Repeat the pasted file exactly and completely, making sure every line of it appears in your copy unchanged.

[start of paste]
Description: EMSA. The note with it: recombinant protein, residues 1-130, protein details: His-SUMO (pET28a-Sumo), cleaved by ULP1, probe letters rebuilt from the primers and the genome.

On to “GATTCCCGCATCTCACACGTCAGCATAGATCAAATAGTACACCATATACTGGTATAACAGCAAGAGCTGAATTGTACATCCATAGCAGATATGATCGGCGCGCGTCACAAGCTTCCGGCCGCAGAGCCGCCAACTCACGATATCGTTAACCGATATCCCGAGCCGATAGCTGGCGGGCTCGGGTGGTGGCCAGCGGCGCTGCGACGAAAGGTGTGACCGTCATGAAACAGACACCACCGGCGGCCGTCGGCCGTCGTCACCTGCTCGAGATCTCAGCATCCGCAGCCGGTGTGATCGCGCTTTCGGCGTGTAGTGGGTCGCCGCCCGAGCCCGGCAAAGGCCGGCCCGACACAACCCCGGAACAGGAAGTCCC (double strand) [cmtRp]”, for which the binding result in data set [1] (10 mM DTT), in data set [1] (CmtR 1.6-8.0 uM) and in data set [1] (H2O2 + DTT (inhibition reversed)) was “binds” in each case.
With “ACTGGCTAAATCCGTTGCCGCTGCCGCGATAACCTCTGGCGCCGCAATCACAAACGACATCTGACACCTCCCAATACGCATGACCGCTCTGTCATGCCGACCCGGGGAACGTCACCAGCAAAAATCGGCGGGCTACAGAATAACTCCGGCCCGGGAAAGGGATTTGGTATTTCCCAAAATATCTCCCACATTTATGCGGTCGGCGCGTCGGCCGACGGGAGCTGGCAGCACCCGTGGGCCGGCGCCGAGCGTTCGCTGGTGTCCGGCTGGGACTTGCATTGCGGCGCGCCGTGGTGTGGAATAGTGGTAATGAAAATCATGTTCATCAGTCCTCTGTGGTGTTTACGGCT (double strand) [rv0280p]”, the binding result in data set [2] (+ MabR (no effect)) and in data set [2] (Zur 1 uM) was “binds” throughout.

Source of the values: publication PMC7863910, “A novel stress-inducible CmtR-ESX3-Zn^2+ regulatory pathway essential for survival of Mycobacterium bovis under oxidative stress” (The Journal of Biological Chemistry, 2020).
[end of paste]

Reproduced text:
Description: EMSA. The note with it: recombinant protein, residues 1-130, protein details: His-SUMO (pET28a-Sumo), cleaved by ULP1, probe letters rebuilt from the primers and the genome.

On to “GATTCCCGCATCTCACACGTCAGCATAGATCAAATAGTACACCATATACTGGTATAACAGCAAGAGCTGAATTGTACATCCATAGCAGATATGATCGGCGCGCGTCACAAGCTTCCGGCCGCAGAGCCGCCAACTCACGATATCGTTAACCGATATCCCGAGCCGATAGCTGGCGGGCTCGGGTGGTGGCCAGCGGCGCTGCGACGAAAGGTGTGACCGTCATGAAACAGACACCACCGGCGGCCGTCGGCCGTCGTCACCTGCTCGAGATCTCAGCATCCGCAGCCGGTGTGATCGCGCTTTCGGCGTGTAGTGGGTCGCCGCCCGAGCCCGGCAAAGGCCGGCCCGACACAACCCCGGAACAGGAAGTCCC (double strand) [cmtRp]”, for which the binding result in data set [1] (10 mM DTT), in data set [1] (CmtR 1.6-8.0 uM) and in data set [1] (H2O2 + DTT (inhibition reversed)) was “binds” in each case.
With “ACTGGCTAAATCCGTTGCCGCTGCCGCGATAACCTCTGGCGCCGCAATCACAAACGACATCTGACACCTCCCAATACGCATGACCGCTCTGTCATGCCGACCCGGGGAACGTCACCAGCAAAAATCGGCGGGCTACAGAATAACTCCGGCCCGGGAAAGGGATTTGGTATTTCCCAAAATATCTCCCACATTTATGCGGTCGGCGCGTCGGCCGACGGGAGCTGGCAGCACCCGTGGGCCGGCGCCGAGCGTTCGCTGGTGTCCGGCTGGGACTTGCATTGCGGCGCGCCGTGGTGTGGAATAGTGGTAATGAAAATCATGTTCATCAGTCCTCTGTGGTGTTTACGGCT (double strand) [rv0280p]”, the binding result in data set [2] (+ MabR (no effect)) and in data set [2] (Zur 1 uM) was “binds” throughout.

Source of the values: publication PMC7863910, “A novel stress-inducible CmtR-ESX3-Zn^2+ regulatory pathway essential for survival of Mycobacterium bovis under oxidative stress” (The Journal of Biological Chemistry, 2020).